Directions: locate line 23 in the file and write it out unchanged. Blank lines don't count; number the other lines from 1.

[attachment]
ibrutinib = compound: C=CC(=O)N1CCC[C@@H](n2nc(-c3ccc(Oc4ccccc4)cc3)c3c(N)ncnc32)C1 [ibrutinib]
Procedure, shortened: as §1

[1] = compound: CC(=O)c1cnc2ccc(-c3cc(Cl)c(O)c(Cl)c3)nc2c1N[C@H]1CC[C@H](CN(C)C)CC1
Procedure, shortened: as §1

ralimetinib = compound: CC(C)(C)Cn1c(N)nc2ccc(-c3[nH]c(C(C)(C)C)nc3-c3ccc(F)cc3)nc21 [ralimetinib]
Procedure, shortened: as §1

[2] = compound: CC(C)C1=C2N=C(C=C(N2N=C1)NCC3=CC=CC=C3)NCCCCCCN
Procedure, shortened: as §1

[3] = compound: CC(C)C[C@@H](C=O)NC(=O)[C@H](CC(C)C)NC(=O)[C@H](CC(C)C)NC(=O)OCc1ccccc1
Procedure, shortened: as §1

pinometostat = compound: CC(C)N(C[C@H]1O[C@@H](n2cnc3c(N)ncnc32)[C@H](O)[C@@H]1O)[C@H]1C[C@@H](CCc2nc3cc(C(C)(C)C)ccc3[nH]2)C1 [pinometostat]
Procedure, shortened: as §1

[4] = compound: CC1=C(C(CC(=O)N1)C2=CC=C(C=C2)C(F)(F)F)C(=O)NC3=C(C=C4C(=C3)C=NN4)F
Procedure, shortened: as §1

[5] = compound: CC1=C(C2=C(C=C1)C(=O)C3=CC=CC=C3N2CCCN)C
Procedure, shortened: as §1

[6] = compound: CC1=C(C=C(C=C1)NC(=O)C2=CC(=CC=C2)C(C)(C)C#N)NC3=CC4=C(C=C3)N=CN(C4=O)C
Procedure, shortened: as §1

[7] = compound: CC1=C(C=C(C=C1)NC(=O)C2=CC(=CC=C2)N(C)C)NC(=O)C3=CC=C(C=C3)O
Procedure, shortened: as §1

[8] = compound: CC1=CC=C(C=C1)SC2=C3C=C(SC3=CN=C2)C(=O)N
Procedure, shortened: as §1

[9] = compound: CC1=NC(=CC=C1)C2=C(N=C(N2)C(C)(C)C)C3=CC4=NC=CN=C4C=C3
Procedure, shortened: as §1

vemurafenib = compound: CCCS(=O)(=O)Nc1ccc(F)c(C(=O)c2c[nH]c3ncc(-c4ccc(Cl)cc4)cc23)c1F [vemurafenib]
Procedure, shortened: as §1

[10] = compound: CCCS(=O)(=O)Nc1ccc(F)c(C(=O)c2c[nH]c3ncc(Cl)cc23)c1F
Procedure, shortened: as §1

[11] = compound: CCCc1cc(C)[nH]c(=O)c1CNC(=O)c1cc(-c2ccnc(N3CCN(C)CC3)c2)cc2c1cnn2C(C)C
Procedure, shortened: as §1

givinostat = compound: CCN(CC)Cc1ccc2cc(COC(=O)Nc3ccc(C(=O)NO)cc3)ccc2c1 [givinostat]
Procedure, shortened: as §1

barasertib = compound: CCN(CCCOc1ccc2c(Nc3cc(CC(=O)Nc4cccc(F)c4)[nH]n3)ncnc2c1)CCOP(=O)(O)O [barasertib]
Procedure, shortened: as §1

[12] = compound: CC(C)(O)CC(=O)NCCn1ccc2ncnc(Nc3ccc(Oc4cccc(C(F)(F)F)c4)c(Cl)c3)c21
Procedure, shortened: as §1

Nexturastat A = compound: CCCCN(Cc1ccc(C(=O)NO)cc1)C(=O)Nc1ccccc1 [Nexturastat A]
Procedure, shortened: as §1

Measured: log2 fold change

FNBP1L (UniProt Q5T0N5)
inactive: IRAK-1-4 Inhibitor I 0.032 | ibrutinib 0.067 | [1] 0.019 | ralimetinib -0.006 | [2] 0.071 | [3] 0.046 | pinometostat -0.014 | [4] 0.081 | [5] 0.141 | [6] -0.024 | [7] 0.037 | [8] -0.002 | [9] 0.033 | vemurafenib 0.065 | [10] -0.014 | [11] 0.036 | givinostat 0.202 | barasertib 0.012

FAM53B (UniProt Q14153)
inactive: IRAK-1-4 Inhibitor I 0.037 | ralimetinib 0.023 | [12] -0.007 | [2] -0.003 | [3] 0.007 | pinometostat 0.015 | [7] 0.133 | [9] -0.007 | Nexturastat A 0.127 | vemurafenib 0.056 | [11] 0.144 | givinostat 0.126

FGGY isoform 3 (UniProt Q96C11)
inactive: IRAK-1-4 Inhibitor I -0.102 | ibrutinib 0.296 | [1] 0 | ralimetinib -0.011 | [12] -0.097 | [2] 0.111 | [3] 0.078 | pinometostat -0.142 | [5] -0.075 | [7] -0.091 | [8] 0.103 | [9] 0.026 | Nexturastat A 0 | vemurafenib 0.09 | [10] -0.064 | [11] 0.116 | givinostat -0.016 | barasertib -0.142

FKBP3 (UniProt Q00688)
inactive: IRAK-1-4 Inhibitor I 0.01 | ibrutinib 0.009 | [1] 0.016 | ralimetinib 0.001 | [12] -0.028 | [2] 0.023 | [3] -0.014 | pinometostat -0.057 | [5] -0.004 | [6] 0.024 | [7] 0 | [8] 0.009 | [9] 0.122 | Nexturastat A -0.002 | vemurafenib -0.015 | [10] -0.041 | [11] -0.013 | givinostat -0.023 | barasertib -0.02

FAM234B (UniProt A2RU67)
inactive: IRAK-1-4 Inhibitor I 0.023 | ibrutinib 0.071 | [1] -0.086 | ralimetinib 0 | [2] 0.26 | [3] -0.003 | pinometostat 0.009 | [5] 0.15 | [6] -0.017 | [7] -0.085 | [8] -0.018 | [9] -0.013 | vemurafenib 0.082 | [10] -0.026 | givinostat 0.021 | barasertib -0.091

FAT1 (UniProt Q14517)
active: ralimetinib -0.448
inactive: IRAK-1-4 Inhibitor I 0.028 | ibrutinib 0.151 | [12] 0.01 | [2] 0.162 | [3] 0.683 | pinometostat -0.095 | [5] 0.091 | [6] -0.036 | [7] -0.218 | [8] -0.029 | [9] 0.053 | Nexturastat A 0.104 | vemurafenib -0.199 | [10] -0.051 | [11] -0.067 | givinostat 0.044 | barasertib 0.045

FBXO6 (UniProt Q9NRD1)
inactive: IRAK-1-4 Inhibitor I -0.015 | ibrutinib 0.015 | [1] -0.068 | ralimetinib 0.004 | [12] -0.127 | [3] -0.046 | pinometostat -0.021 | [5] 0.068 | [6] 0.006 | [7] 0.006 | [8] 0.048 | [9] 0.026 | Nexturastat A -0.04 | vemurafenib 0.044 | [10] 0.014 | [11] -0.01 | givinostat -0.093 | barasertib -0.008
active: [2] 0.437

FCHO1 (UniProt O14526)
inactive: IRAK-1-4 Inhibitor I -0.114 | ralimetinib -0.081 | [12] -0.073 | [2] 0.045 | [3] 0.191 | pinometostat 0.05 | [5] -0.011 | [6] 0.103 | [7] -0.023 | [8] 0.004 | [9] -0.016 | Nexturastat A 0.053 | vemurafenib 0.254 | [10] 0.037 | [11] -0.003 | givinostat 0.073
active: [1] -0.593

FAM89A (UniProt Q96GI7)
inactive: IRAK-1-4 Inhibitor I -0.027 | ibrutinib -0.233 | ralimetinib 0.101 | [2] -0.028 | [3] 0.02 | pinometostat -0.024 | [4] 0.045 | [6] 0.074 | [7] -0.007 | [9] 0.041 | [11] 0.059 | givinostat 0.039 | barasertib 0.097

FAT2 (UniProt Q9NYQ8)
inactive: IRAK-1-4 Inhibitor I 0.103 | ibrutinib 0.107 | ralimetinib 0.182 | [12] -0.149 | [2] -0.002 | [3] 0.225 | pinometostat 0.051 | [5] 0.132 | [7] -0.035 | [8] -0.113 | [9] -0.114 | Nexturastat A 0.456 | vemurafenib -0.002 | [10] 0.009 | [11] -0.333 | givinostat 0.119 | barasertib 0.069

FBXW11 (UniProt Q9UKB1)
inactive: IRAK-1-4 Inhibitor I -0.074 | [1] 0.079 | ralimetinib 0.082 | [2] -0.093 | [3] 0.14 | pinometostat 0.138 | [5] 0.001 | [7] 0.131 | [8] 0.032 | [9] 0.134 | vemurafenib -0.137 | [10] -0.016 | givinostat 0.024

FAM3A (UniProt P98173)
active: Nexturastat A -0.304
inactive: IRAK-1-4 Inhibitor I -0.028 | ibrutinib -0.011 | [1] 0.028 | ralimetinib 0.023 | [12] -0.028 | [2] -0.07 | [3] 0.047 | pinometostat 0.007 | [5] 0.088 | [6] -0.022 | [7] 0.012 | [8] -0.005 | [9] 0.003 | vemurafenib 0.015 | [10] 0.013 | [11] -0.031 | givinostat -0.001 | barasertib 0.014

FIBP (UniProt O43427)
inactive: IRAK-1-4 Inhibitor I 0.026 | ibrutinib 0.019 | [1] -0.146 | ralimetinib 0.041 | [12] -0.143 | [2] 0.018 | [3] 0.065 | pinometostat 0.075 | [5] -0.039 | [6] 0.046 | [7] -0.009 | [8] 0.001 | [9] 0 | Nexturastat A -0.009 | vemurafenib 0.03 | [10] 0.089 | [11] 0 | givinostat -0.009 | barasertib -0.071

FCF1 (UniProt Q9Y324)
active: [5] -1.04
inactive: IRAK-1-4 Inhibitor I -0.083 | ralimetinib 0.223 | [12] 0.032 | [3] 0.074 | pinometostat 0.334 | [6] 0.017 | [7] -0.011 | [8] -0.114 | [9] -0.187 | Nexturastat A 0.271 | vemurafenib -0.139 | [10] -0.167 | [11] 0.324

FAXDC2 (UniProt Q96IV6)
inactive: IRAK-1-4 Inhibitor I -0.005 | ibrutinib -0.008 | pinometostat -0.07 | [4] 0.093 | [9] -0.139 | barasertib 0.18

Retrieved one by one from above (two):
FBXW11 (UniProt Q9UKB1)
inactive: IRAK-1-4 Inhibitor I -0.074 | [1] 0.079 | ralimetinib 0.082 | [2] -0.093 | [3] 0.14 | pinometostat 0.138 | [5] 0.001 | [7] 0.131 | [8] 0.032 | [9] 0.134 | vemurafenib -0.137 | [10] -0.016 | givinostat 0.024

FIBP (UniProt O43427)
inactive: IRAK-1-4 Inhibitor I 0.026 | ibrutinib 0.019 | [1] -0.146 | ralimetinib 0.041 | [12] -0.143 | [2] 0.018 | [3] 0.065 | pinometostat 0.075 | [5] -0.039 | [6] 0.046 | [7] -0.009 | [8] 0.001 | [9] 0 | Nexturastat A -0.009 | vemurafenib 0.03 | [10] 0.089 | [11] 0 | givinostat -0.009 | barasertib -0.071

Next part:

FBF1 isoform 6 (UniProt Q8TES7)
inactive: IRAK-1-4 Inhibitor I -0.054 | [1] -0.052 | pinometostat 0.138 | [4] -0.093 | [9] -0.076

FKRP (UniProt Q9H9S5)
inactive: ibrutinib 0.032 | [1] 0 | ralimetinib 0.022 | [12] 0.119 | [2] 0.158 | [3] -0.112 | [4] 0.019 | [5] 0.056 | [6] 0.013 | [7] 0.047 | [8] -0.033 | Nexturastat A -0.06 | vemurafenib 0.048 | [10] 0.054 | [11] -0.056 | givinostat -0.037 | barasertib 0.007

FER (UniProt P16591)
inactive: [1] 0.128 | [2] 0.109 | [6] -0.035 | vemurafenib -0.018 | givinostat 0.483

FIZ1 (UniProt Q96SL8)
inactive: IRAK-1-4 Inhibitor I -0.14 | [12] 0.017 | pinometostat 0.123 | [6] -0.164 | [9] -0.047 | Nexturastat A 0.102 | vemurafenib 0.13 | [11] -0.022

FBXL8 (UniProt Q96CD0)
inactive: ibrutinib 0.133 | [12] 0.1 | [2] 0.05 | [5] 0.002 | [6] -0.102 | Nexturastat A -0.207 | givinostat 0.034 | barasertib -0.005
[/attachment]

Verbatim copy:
[9] = compound: CC1=NC(=CC=C1)C2=C(N=C(N2)C(C)(C)C)C3=CC4=NC=CN=C4C=C3